The American Vision: A Biblical Worldview Ministry

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The main purpose of my article last week was to stimulate thought. But I also hinted at historical revisionism, a scheme by many historians and writers designed to lead students, both young and old, astray. These who deny the true spiritual roots of the USA often use the “melting pot” analogy to advance a devious anti-Christian agenda. They’d have us believe it was not Reformed-based Christianity that gave this nation (from 1620) its momentum and direction for the (at least) two-plus centuries that it did. They tell us that the humanist-based Age of Reason and French Enlightenment were the inspirational models. Further, what made us great was not obedience to the Christian God, rather devotion to an anti-God hodge-podge of pluralism, multiculturalism, diversity, and do-your-own-thing-ism. And finally, we’re told it’s “undemocratic” for government to require that new immigrants should ever be expected to “swear allegiance” to the founding religious, moral, and limited government principles on which this nation was founded. “Press 1 for English” is becoming our new national anthem.   

I also suggested that it was Lincoln’s secret desire to launch governmental power-expanding schemes that did the most to weaken our God-centered heritage. That’s because one million (10%) of the best and the brightest young American men, most of whom were of Scotch, English, and Scotch-Irish (i.e., N. Ireland) descent, were cruelly and needlessly wiped out by death or incapacitating injuries during the Civil War. As a result, tens of thousands of European immigrants of many disparate mindsets and worldviews—not necessarily in harmony with Reformed convictions—had to be called on to supply the manpower for the multiple post-war employment sectors. My comments prompted two “historically revised” readers to send emails of protest. Plenty others agreed with me, but the skeptics should be heard. Here’s a slightly edited one:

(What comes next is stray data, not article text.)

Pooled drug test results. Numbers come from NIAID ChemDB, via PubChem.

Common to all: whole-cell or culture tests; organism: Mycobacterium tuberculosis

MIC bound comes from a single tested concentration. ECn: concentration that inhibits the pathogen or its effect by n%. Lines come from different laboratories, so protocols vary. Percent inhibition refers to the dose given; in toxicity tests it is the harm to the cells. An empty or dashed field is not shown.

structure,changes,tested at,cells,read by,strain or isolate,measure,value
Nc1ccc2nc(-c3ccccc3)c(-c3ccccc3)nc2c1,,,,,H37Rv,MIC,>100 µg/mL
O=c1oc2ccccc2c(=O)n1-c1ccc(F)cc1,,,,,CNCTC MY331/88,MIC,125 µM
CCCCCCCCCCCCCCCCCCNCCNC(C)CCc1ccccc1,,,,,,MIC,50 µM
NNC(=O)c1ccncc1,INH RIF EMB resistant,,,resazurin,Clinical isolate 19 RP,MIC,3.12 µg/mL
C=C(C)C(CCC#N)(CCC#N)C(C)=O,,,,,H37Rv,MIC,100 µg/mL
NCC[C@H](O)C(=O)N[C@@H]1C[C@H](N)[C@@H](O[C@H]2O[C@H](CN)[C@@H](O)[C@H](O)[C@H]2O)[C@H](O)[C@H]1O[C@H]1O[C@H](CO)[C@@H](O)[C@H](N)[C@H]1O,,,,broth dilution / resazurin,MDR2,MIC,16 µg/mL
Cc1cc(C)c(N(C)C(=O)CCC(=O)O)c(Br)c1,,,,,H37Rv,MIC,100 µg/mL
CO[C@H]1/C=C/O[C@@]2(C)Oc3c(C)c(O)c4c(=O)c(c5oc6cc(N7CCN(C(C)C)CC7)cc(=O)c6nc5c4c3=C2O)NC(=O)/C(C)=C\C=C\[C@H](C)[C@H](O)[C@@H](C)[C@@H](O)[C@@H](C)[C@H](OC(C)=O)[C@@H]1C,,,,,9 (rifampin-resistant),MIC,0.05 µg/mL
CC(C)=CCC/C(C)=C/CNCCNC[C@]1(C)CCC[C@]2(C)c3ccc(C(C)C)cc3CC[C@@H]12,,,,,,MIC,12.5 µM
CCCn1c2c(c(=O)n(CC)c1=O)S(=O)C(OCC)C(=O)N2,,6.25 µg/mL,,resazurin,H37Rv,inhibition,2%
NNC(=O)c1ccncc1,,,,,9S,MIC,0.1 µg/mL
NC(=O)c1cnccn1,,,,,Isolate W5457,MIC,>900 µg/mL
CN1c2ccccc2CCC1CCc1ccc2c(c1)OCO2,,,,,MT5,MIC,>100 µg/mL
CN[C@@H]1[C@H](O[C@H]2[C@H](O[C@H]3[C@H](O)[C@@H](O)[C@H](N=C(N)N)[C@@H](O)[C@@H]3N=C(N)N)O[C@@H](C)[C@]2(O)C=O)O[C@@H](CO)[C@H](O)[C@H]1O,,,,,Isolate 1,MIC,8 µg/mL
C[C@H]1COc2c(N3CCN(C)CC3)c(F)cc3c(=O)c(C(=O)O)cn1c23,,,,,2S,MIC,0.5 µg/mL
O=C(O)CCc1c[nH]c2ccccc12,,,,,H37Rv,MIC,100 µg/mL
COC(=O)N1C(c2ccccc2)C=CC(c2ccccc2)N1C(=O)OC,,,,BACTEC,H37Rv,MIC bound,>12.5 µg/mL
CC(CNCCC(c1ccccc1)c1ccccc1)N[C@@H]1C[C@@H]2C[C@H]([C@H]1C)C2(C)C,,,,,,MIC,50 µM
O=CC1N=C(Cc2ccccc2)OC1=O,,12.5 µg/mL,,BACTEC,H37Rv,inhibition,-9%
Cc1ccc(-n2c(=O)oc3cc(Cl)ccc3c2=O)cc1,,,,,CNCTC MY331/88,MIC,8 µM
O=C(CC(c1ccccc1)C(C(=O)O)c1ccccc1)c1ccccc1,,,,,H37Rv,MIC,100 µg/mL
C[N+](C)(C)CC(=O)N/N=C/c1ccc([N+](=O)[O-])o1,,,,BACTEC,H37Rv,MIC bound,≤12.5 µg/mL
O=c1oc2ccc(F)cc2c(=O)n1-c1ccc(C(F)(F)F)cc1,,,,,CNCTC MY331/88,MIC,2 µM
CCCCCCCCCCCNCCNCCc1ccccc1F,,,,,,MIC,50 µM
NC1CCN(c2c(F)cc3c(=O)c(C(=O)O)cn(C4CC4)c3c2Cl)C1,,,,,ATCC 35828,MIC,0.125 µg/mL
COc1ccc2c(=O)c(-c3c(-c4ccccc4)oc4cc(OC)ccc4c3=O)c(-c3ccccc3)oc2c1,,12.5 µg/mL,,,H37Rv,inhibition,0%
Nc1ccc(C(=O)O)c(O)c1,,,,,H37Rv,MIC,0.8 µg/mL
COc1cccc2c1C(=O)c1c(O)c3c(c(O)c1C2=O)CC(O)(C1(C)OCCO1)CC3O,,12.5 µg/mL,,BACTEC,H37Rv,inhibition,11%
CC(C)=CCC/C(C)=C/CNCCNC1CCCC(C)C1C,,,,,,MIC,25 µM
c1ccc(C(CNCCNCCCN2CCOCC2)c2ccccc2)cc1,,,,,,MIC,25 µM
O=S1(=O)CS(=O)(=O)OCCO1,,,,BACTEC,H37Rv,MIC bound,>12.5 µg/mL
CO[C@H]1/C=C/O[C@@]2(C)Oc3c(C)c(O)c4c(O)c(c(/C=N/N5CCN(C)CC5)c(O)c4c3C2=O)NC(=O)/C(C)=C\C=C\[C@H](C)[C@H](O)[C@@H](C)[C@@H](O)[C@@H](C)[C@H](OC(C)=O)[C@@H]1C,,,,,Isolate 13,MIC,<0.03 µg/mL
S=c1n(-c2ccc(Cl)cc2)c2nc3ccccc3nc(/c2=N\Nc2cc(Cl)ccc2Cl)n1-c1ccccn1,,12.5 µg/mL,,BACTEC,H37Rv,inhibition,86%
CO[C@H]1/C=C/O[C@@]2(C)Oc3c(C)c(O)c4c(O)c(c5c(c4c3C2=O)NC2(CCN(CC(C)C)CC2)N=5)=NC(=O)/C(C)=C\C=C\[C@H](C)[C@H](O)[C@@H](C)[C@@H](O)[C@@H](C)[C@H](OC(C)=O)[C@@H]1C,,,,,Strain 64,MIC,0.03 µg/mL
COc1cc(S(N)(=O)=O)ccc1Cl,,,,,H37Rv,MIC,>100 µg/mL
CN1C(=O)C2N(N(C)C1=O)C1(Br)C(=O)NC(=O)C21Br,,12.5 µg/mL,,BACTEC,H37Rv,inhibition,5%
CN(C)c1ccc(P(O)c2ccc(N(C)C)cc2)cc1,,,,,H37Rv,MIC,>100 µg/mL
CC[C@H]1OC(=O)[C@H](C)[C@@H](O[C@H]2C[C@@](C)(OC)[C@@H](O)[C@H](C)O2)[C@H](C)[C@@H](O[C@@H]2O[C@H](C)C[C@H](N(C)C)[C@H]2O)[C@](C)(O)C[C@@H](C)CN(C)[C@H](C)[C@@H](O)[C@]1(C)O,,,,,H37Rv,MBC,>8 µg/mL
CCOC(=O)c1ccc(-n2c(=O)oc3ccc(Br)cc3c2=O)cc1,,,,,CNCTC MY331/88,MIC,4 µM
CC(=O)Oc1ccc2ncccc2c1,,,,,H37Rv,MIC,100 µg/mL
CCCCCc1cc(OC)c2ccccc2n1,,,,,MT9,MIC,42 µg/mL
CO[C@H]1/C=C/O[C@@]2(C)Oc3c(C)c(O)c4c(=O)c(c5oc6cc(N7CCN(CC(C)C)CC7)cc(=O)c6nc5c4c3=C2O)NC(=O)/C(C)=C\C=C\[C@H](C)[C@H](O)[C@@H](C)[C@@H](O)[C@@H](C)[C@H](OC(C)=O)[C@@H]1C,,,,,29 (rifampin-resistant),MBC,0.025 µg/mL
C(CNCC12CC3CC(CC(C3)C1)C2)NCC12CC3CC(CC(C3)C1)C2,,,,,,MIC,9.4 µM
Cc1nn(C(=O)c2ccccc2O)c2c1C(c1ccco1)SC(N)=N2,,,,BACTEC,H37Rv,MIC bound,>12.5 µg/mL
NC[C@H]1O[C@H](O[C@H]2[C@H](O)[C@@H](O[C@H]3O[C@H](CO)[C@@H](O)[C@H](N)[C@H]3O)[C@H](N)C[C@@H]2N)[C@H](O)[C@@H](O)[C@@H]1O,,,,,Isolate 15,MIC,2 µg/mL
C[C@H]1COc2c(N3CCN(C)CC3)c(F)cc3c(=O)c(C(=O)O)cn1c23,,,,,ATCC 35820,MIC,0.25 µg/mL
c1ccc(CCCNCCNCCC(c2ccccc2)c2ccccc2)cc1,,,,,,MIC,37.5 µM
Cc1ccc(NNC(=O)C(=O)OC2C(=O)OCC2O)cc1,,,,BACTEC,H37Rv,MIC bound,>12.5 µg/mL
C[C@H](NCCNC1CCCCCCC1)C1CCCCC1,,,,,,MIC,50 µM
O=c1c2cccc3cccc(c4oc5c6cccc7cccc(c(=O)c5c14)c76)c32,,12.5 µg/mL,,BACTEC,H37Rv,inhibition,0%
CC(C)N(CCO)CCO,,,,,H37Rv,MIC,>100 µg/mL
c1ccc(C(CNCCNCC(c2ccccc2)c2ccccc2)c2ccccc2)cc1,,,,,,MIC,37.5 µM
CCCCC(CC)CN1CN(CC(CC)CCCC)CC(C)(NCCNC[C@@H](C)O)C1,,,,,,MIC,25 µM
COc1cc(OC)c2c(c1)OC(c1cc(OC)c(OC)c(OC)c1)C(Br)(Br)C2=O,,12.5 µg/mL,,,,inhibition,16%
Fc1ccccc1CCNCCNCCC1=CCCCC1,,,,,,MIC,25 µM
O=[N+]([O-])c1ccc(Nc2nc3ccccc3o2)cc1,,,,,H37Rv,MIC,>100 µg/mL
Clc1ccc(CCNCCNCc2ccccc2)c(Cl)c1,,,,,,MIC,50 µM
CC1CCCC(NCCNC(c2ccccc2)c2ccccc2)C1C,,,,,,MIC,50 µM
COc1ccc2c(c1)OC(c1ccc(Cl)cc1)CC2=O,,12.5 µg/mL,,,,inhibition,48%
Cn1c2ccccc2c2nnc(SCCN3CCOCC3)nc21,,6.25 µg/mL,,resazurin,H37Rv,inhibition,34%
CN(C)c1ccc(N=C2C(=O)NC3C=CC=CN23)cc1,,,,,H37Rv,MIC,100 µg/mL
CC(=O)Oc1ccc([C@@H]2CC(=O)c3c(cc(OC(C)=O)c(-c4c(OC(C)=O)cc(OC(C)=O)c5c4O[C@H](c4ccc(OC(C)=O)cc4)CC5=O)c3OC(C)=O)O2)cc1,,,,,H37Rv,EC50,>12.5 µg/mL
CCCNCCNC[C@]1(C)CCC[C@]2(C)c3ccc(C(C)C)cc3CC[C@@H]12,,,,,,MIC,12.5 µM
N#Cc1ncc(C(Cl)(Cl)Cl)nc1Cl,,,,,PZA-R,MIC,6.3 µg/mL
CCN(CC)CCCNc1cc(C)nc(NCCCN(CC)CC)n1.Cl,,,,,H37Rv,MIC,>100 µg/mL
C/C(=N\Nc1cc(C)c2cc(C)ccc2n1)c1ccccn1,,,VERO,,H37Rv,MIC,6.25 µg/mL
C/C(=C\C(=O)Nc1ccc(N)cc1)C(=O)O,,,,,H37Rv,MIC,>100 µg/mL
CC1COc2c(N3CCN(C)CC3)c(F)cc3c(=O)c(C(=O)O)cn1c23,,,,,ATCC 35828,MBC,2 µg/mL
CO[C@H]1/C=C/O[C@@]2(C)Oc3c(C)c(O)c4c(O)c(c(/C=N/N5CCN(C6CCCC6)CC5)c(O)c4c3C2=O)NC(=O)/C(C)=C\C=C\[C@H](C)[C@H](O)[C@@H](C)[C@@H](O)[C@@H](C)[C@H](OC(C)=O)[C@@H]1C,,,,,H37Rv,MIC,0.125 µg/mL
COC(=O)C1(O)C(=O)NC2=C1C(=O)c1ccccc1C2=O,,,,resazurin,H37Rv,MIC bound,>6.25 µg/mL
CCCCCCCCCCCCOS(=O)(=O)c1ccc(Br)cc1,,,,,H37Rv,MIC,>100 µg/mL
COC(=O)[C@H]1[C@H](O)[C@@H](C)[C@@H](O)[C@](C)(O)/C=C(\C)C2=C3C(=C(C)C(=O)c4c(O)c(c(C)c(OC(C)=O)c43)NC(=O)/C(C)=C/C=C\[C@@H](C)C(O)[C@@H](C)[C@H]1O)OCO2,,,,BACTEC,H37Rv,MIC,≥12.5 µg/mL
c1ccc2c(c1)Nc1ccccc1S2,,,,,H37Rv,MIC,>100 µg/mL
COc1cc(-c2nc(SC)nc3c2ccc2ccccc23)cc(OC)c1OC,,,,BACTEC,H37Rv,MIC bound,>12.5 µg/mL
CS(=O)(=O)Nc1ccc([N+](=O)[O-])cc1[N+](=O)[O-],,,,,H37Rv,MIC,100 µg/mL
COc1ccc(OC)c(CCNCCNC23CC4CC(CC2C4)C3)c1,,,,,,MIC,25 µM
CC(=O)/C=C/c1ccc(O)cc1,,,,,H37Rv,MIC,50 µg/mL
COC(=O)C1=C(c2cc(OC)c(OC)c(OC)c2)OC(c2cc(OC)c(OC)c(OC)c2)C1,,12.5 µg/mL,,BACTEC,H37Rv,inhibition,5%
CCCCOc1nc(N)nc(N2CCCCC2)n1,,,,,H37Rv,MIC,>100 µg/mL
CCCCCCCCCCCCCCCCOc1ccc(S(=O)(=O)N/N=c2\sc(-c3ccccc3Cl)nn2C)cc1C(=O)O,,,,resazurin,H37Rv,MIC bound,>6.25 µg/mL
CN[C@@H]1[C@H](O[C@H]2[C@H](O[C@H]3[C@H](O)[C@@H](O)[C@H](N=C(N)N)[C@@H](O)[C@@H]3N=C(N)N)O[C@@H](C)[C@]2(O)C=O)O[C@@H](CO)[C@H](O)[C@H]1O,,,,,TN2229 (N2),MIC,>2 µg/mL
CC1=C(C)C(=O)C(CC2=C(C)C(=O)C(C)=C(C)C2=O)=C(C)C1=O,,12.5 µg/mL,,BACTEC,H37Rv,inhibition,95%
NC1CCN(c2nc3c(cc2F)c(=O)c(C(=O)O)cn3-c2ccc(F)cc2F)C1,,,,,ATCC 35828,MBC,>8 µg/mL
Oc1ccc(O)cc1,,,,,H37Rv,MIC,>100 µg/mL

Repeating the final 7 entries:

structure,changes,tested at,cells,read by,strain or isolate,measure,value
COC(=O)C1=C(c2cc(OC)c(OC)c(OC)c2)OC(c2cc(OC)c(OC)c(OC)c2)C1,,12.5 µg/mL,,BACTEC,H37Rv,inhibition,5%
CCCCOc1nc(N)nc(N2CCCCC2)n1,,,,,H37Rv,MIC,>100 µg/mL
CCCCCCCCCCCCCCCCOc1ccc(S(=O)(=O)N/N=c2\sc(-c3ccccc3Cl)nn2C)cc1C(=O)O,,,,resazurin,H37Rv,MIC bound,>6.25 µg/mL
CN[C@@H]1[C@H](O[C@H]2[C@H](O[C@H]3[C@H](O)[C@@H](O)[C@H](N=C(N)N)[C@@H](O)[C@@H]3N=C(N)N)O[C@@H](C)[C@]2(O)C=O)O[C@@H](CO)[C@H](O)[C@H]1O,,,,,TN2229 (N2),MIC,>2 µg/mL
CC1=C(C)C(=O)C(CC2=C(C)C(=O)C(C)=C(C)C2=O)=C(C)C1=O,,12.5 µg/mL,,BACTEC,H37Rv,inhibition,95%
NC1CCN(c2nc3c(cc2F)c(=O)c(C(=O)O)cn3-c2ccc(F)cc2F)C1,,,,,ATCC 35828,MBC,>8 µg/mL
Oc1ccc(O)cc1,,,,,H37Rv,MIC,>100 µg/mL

Dear Dr. Jones,
I recently began receiving the American Vision articles and you have made many good points. However, I have to say I’m continually frustrated by an underlying tone and attitude which I perceive as haughty, critical, self-righteous, even downright hateful. This is disconcerting coming from someone who is supposed to be representing Christ as you try to reach others with important cultural, governmental, political and social issues. When we resort to name-calling or people-bashing we lose all credibility with non-believers and believers, alike. You must first reflect God’s character to be an effective witness. You can still write with conviction without sounding so bitter and resentful and compromising your Christian witness. Thank you. 

Dear X,
Thanks for writing. I suspect some of what you say about my tone could well be true. I’ll try to watch it. I don’t want to come across as vinegary, but a “Christian sugary” style won’t do either. Further, I write these articles in a hurry because of deadlines, and so I don’t always have time to massage each one to make sure I don’t offend. Besides, I see my job as requiring me to be in “prophetic warning” mode. When someone is as upset as I am with what’s become of this once-Christian land it’s easy to let human disappointment and frustration show through while I try to present serious answers to the challenges.